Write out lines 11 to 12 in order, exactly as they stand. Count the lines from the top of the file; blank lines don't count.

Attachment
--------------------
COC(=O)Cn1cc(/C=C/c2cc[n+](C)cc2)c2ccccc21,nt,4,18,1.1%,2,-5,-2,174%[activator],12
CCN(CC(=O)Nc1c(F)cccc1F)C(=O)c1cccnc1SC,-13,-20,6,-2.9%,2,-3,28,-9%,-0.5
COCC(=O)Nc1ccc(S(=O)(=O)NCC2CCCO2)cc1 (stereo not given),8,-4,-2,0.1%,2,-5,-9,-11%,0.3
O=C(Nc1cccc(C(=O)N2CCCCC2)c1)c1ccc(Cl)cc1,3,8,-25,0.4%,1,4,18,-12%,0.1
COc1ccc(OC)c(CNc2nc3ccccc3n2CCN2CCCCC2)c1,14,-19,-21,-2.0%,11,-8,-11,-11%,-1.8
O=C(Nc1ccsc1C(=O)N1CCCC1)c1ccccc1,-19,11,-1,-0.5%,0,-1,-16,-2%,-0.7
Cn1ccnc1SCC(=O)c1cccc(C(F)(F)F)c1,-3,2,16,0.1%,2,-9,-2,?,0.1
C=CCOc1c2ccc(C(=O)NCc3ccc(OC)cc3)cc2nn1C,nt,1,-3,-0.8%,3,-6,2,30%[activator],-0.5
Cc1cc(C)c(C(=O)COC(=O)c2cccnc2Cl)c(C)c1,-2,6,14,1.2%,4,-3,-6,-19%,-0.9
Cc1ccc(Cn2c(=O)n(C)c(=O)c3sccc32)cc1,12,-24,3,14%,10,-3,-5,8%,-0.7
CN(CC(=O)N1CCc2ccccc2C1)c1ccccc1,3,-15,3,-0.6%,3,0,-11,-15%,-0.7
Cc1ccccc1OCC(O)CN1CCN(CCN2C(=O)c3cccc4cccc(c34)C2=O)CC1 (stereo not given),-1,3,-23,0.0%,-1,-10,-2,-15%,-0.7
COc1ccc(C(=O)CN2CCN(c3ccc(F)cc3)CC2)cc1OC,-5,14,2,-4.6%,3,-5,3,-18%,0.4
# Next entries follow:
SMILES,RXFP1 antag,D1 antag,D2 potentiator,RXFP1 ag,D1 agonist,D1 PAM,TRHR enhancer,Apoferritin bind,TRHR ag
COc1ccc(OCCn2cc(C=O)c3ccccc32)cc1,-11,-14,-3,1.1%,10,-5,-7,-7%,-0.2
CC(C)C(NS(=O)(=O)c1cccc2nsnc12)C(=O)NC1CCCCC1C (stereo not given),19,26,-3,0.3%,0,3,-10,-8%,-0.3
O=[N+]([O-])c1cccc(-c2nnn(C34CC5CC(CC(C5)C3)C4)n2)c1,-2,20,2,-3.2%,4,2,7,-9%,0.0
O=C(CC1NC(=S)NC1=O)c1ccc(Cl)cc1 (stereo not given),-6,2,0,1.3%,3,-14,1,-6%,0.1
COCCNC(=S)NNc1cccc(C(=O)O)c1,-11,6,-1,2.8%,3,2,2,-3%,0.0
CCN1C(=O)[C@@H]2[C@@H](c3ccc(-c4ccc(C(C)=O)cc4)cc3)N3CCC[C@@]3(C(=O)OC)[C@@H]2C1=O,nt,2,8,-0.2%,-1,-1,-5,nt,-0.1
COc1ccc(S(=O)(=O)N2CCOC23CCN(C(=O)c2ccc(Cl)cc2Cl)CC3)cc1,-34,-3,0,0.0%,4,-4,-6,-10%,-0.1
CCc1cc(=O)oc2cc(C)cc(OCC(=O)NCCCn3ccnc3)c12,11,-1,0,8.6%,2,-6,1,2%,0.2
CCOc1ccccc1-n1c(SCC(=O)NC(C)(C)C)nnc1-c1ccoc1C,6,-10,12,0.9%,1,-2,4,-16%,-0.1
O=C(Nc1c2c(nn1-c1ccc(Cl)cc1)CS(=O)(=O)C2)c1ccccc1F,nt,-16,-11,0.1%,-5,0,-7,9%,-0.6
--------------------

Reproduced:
CN(CC(=O)N1CCc2ccccc2C1)c1ccccc1,3,-15,3,-0.6%,3,0,-11,-15%,-0.7
Cc1ccccc1OCC(O)CN1CCN(CCN2C(=O)c3cccc4cccc(c34)C2=O)CC1 (stereo not given),-1,3,-23,0.0%,-1,-10,-2,-15%,-0.7